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How to Engage Your Office Colleagues to Build Better Relationships

How to Engage Your Office Colleagues to Build Better Relationships

Agile Collaborator -

How to Engage Your Office Colleagues to Build Better Relationships

There’s ample evidence that the relationships we build in our workspace directly affect how satisfied we feel about our job.

Everyone has experienced some exceedingly awkward moments with their colleagues at some point. But if you’re a bit introverted, moments like these bring a weighty feeling with them. Feeling isolated while people are going up and down around you probably isn’t something you’d wish to prolong.

Each of us is different and not all people mix. Moreover, it’s quite hard to pierce yourself into an already established community that might not know how to treat new employees. It isn’t necessarily your or anyone else’s fault.

Once you accept the fact that other colleagues might also be having a hard time socializing, you won’t feel alone anymore. You might even develop some true friendships through empathy and a more healthy approach.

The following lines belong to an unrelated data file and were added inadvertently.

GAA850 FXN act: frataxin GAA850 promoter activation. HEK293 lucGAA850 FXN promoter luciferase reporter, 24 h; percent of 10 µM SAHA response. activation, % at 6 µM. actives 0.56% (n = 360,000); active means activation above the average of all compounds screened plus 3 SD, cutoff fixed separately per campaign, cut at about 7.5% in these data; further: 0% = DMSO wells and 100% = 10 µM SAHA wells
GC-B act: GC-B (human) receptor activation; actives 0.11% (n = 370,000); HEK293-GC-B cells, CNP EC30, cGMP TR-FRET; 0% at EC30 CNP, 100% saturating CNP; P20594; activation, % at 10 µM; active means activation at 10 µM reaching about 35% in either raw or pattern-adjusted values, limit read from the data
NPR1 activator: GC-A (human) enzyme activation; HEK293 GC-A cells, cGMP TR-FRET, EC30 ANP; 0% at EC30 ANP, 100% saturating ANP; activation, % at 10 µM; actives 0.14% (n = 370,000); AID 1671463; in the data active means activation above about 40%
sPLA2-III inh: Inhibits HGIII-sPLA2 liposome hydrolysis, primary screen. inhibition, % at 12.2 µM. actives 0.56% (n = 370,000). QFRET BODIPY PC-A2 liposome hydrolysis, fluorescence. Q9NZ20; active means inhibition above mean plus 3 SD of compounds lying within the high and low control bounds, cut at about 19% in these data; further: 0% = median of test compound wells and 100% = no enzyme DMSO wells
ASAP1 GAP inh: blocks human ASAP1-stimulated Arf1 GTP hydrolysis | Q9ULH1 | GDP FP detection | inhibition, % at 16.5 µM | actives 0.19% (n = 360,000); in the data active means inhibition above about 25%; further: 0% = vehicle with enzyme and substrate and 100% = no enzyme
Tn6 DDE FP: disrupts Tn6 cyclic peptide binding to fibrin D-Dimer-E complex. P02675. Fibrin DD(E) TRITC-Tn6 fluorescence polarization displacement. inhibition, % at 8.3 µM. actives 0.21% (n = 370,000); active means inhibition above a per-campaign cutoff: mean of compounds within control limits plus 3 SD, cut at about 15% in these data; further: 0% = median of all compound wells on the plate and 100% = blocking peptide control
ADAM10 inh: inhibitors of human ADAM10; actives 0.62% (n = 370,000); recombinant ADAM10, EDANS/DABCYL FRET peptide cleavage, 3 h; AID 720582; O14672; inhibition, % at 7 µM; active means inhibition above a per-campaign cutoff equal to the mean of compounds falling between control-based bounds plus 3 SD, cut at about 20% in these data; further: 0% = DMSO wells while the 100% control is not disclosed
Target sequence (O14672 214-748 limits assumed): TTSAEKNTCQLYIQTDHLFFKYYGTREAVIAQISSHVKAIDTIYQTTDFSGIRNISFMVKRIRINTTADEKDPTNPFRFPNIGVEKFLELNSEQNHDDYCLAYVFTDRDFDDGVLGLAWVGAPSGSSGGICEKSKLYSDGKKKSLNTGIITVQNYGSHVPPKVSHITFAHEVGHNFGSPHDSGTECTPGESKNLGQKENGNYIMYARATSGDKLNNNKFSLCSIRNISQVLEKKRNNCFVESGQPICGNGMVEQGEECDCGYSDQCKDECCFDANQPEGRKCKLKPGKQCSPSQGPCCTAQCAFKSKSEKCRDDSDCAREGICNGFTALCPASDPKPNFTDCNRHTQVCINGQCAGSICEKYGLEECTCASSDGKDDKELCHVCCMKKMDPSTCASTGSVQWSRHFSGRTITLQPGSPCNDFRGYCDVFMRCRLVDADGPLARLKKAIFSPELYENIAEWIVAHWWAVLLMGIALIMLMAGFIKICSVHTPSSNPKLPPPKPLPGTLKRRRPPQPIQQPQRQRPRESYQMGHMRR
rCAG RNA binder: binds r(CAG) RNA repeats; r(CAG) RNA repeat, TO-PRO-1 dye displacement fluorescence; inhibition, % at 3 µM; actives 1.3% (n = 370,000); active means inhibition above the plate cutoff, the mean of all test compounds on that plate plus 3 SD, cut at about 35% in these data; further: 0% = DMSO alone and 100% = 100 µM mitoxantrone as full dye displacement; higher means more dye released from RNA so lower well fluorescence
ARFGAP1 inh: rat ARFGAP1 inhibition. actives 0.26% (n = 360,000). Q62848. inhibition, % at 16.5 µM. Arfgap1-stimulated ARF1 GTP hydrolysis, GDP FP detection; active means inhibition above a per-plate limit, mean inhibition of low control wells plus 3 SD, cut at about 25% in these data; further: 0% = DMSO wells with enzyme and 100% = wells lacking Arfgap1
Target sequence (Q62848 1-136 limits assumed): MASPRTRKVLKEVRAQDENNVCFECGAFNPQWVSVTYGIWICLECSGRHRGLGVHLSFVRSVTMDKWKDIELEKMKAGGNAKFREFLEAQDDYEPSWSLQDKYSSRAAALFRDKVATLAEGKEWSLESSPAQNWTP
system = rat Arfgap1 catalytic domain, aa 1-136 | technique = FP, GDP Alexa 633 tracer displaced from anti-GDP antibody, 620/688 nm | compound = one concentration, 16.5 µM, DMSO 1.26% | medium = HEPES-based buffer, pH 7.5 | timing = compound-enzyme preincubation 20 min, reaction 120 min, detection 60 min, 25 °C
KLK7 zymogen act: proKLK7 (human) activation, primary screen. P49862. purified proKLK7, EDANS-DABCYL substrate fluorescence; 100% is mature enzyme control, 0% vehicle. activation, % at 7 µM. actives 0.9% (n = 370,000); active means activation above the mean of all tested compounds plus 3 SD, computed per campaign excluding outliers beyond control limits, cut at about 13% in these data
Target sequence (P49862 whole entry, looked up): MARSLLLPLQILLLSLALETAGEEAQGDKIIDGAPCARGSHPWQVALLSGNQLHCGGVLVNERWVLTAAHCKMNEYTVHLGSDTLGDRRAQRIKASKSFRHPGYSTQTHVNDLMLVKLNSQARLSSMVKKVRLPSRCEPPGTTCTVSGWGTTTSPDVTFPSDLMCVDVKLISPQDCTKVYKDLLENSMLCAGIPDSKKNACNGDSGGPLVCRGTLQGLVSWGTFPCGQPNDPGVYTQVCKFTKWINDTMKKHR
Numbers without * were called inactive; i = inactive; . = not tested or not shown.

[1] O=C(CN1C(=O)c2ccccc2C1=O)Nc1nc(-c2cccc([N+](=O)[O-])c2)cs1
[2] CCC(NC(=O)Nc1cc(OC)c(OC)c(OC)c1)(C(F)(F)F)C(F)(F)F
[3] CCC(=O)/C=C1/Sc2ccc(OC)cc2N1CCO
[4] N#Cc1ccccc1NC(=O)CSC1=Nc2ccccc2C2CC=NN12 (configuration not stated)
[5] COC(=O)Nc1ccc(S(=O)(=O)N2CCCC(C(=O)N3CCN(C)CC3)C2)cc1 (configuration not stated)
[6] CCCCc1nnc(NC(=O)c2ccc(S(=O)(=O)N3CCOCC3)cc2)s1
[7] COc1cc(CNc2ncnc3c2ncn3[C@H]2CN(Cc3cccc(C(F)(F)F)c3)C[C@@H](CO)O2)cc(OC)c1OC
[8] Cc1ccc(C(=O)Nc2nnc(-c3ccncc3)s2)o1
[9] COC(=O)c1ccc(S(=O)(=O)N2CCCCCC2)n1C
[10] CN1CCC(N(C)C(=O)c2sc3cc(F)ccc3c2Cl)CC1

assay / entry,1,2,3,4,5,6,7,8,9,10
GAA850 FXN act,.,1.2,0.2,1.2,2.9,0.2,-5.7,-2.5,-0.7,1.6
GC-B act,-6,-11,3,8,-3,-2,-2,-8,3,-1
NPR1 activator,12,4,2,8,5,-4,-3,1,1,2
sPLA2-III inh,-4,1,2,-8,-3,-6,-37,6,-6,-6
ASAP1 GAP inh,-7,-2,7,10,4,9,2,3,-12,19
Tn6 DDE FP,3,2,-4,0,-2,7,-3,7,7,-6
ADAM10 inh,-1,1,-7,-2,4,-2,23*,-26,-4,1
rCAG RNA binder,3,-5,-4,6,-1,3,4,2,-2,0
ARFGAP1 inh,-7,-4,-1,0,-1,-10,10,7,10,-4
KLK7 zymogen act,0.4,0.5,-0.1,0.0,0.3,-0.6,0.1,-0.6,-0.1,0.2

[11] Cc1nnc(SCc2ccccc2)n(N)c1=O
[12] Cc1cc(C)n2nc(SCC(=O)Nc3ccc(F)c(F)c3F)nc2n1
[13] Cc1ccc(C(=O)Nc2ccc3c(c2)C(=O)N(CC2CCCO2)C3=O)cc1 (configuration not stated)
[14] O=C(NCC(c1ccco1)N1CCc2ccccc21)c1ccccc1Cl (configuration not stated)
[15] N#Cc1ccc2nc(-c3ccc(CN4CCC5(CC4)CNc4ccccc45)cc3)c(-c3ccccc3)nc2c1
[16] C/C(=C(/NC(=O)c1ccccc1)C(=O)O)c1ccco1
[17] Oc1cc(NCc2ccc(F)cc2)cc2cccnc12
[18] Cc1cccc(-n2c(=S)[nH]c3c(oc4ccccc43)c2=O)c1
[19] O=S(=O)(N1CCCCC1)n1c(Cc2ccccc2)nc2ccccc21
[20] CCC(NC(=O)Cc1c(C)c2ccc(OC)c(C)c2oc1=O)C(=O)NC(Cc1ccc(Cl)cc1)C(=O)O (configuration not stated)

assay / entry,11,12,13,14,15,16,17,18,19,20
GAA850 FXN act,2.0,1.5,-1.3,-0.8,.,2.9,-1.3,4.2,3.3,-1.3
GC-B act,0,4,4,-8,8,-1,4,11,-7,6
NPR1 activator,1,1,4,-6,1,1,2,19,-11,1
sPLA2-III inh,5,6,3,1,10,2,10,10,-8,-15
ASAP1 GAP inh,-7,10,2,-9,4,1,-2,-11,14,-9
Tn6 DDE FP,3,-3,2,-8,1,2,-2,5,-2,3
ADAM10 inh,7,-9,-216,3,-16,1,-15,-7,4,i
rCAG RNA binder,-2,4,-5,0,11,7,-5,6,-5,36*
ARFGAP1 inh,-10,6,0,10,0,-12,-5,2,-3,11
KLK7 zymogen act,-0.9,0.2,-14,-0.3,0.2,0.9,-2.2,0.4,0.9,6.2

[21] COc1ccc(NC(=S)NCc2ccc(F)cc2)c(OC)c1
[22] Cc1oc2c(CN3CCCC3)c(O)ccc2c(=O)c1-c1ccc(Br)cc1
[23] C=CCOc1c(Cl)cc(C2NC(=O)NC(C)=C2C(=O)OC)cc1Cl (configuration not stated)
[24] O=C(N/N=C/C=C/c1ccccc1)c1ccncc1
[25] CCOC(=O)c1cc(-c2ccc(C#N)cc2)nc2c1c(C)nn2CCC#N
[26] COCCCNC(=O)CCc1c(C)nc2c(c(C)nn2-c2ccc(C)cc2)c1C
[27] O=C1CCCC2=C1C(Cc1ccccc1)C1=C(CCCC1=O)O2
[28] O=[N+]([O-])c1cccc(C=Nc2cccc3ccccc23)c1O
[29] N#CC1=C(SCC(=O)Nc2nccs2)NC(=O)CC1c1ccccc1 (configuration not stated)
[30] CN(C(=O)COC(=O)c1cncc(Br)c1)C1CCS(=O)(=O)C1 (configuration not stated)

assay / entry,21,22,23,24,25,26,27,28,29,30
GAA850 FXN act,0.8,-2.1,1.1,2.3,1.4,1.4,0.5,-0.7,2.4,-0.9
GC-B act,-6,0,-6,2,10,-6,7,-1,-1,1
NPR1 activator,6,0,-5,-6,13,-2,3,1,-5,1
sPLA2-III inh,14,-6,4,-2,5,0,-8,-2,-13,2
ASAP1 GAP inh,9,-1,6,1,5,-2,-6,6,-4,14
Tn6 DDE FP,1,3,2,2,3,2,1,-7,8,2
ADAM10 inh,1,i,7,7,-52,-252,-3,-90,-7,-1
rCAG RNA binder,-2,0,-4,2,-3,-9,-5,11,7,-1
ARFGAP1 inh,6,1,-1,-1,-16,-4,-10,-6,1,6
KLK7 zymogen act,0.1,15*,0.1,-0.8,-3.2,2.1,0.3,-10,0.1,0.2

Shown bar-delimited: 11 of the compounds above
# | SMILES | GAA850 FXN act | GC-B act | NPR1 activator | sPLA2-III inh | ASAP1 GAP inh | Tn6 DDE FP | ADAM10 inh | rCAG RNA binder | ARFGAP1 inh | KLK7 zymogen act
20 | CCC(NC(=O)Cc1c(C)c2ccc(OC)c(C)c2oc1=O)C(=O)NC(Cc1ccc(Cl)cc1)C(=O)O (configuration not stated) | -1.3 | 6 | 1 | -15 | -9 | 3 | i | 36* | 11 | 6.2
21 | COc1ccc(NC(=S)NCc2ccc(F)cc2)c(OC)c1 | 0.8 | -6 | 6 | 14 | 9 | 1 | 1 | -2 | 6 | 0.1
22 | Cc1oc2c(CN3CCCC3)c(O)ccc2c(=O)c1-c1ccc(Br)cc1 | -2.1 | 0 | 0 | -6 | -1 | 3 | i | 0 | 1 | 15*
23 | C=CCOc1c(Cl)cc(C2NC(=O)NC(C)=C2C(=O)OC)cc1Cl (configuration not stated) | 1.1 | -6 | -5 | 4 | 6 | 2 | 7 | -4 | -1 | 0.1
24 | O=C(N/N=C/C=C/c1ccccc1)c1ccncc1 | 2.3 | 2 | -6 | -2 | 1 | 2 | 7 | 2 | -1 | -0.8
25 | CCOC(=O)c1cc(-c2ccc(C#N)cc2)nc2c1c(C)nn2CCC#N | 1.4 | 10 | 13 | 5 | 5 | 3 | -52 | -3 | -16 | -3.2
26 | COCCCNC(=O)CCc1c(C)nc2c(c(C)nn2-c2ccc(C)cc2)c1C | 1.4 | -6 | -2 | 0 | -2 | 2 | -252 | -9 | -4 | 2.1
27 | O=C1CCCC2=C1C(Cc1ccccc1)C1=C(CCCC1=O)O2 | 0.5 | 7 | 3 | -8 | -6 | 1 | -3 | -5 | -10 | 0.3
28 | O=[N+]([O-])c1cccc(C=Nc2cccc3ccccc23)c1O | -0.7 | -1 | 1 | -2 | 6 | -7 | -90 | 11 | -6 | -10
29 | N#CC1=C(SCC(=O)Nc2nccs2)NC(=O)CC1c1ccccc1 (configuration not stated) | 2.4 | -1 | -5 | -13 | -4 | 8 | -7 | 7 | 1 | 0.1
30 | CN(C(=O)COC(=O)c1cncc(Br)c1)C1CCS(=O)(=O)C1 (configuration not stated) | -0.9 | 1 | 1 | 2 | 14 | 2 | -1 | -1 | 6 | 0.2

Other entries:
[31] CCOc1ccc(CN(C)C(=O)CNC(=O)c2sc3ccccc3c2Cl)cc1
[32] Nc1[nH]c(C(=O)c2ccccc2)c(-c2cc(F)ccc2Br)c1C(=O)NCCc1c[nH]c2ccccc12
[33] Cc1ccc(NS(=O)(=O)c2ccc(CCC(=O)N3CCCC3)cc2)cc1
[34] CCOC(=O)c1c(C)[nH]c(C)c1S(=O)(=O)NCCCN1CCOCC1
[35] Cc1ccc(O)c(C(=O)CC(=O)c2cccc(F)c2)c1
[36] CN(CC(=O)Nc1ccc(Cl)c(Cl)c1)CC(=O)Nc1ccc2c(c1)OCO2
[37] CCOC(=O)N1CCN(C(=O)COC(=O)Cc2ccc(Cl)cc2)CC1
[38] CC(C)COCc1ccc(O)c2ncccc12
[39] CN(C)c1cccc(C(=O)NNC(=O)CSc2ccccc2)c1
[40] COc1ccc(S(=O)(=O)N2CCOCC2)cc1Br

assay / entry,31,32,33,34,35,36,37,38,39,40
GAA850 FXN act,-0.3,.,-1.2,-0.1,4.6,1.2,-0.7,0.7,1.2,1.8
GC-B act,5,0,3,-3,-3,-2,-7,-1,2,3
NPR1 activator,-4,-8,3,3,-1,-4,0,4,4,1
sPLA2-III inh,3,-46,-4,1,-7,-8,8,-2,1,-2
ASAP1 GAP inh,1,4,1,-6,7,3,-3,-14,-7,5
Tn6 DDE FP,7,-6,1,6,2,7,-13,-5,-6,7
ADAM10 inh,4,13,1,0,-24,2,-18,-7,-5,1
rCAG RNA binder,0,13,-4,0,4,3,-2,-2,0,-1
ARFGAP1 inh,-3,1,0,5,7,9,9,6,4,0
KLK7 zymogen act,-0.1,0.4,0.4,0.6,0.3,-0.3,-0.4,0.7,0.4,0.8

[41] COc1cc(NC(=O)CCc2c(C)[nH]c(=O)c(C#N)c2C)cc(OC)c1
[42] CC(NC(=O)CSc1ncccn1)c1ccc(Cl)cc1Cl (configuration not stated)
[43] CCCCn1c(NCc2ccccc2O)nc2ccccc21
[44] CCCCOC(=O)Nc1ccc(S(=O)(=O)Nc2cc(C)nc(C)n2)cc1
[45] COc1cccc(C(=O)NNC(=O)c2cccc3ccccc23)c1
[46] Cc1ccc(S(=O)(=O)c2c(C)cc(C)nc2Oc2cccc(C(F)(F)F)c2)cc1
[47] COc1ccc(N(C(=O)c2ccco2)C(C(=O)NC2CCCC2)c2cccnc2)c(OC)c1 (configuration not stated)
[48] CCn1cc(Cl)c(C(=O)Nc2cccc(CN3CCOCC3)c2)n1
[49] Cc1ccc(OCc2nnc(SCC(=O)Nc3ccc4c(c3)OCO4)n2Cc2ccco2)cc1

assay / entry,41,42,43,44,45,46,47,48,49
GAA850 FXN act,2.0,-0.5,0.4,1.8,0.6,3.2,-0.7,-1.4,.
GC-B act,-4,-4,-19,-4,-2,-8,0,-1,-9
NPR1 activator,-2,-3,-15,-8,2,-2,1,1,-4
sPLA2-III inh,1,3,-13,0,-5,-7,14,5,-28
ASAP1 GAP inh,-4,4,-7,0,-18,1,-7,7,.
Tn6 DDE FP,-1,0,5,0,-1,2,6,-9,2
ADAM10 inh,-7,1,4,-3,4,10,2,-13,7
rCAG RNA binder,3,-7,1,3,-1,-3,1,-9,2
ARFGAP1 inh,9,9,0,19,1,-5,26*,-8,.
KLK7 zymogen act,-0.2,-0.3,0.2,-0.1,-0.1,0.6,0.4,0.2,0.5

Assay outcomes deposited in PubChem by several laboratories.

There are a lot of things you can do to become a better colleague and most of them involve being a better version of yourself.

Accept That You’re Vulnerable

One of the greatest obstacles that stop us from being open towards people is the fear of judgment. It leaves us curled up in our own safe space, holding an invincible stone face. People think that this expresses strength and makes them invincible, but quite the opposite is true. It’s an absolute weakness.

Regardless, people are more likely to throw around insults or be unnecessarily harsh if they think you can take it. Accepting that you’re vulnerable and letting other people see it is risky. Everyone will know that they can hurt you, but that’s why they won’t do it.

Most people are decent enough to not want to hurt another person’s feelings. If you show your vulnerability, you give a chance for genuine communication. Such communication is the basis of healthy relationships.

Speak Your Mind